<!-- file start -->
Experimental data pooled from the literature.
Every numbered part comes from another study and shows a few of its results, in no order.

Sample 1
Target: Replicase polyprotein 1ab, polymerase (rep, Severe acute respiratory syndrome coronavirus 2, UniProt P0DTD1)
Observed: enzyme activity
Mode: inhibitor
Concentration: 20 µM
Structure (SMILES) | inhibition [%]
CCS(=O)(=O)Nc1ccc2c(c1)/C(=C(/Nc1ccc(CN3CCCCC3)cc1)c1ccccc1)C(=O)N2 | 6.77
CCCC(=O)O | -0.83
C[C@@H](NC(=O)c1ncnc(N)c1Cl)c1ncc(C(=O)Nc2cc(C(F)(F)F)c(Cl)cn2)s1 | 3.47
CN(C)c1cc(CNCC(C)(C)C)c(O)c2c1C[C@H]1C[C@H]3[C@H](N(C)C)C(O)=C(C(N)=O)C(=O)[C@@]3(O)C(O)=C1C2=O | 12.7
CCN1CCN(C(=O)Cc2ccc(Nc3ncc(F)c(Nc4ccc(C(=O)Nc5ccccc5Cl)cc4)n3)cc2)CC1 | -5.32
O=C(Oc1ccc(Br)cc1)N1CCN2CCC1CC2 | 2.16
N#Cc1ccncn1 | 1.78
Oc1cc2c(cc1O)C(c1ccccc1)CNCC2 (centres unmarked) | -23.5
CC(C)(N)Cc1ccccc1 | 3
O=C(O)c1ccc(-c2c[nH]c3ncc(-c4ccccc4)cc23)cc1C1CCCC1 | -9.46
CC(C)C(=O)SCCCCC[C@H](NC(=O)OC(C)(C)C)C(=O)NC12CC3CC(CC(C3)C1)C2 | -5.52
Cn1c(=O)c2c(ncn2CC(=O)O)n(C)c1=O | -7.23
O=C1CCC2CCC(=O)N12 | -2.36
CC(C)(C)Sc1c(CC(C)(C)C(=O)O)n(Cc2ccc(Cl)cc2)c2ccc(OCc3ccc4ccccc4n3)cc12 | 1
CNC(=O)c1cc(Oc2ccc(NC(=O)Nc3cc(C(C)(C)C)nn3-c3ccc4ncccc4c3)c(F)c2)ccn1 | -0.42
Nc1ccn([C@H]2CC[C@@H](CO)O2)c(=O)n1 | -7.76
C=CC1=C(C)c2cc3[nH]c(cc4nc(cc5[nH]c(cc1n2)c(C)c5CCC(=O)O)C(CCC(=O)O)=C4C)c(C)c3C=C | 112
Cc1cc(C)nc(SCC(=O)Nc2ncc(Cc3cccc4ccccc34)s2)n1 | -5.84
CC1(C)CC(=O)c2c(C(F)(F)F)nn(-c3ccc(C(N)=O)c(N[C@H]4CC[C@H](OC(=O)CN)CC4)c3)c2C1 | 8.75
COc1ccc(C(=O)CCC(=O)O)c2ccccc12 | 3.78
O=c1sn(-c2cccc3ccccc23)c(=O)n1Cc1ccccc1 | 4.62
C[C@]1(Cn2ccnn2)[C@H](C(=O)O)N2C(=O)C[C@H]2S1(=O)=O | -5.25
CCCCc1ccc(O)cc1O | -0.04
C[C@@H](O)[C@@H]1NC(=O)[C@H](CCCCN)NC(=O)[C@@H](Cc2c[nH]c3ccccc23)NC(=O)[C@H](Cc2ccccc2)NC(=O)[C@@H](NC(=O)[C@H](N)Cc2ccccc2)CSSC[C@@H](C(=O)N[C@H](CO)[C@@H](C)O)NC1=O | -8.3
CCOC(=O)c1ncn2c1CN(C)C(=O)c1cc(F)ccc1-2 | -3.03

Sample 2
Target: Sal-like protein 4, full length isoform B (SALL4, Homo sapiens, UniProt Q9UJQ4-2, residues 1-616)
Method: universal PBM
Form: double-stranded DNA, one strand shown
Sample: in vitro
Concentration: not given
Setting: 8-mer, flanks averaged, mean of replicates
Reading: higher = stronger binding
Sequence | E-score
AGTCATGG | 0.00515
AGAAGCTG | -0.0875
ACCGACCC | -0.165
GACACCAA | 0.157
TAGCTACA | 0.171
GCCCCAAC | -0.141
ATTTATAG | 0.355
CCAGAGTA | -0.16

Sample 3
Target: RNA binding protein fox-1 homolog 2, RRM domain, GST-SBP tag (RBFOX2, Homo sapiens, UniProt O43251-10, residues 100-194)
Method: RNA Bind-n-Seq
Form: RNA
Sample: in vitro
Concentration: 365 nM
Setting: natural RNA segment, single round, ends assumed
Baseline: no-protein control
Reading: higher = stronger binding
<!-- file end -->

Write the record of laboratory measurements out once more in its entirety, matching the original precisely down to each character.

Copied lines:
Experimental data pooled from the literature.
Every numbered part comes from another study and shows a few of its results, in no order.

Sample 1
Target: Replicase polyprotein 1ab, polymerase (rep, Severe acute respiratory syndrome coronavirus 2, UniProt P0DTD1)
Observed: enzyme activity
Mode: inhibitor
Concentration: 20 µM
Structure (SMILES) | inhibition [%]
CCS(=O)(=O)Nc1ccc2c(c1)/C(=C(/Nc1ccc(CN3CCCCC3)cc1)c1ccccc1)C(=O)N2 | 6.77
CCCC(=O)O | -0.83
C[C@@H](NC(=O)c1ncnc(N)c1Cl)c1ncc(C(=O)Nc2cc(C(F)(F)F)c(Cl)cn2)s1 | 3.47
CN(C)c1cc(CNCC(C)(C)C)c(O)c2c1C[C@H]1C[C@H]3[C@H](N(C)C)C(O)=C(C(N)=O)C(=O)[C@@]3(O)C(O)=C1C2=O | 12.7
CCN1CCN(C(=O)Cc2ccc(Nc3ncc(F)c(Nc4ccc(C(=O)Nc5ccccc5Cl)cc4)n3)cc2)CC1 | -5.32
O=C(Oc1ccc(Br)cc1)N1CCN2CCC1CC2 | 2.16
N#Cc1ccncn1 | 1.78
Oc1cc2c(cc1O)C(c1ccccc1)CNCC2 (centres unmarked) | -23.5
CC(C)(N)Cc1ccccc1 | 3
O=C(O)c1ccc(-c2c[nH]c3ncc(-c4ccccc4)cc23)cc1C1CCCC1 | -9.46
CC(C)C(=O)SCCCCC[C@H](NC(=O)OC(C)(C)C)C(=O)NC12CC3CC(CC(C3)C1)C2 | -5.52
Cn1c(=O)c2c(ncn2CC(=O)O)n(C)c1=O | -7.23
O=C1CCC2CCC(=O)N12 | -2.36
CC(C)(C)Sc1c(CC(C)(C)C(=O)O)n(Cc2ccc(Cl)cc2)c2ccc(OCc3ccc4ccccc4n3)cc12 | 1
CNC(=O)c1cc(Oc2ccc(NC(=O)Nc3cc(C(C)(C)C)nn3-c3ccc4ncccc4c3)c(F)c2)ccn1 | -0.42
Nc1ccn([C@H]2CC[C@@H](CO)O2)c(=O)n1 | -7.76
C=CC1=C(C)c2cc3[nH]c(cc4nc(cc5[nH]c(cc1n2)c(C)c5CCC(=O)O)C(CCC(=O)O)=C4C)c(C)c3C=C | 112
Cc1cc(C)nc(SCC(=O)Nc2ncc(Cc3cccc4ccccc34)s2)n1 | -5.84
CC1(C)CC(=O)c2c(C(F)(F)F)nn(-c3ccc(C(N)=O)c(N[C@H]4CC[C@H](OC(=O)CN)CC4)c3)c2C1 | 8.75
COc1ccc(C(=O)CCC(=O)O)c2ccccc12 | 3.78
O=c1sn(-c2cccc3ccccc23)c(=O)n1Cc1ccccc1 | 4.62
C[C@]1(Cn2ccnn2)[C@H](C(=O)O)N2C(=O)C[C@H]2S1(=O)=O | -5.25
CCCCc1ccc(O)cc1O | -0.04
C[C@@H](O)[C@@H]1NC(=O)[C@H](CCCCN)NC(=O)[C@@H](Cc2c[nH]c3ccccc23)NC(=O)[C@H](Cc2ccccc2)NC(=O)[C@@H](NC(=O)[C@H](N)Cc2ccccc2)CSSC[C@@H](C(=O)N[C@H](CO)[C@@H](C)O)NC1=O | -8.3
CCOC(=O)c1ncn2c1CN(C)C(=O)c1cc(F)ccc1-2 | -3.03

Sample 2
Target: Sal-like protein 4, full length isoform B (SALL4, Homo sapiens, UniProt Q9UJQ4-2, residues 1-616)
Method: universal PBM
Form: double-stranded DNA, one strand shown
Sample: in vitro
Concentration: not given
Setting: 8-mer, flanks averaged, mean of replicates
Reading: higher = stronger binding
Sequence | E-score
AGTCATGG | 0.00515
AGAAGCTG | -0.0875
ACCGACCC | -0.165
GACACCAA | 0.157
TAGCTACA | 0.171
GCCCCAAC | -0.141
ATTTATAG | 0.355
CCAGAGTA | -0.16

Sample 3
Target: RNA binding protein fox-1 homolog 2, RRM domain, GST-SBP tag (RBFOX2, Homo sapiens, UniProt O43251-10, residues 100-194)
Method: RNA Bind-n-Seq
Form: RNA
Sample: in vitro
Concentration: 365 nM
Setting: natural RNA segment, single round, ends assumed
Baseline: no-protein control
Reading: higher = stronger binding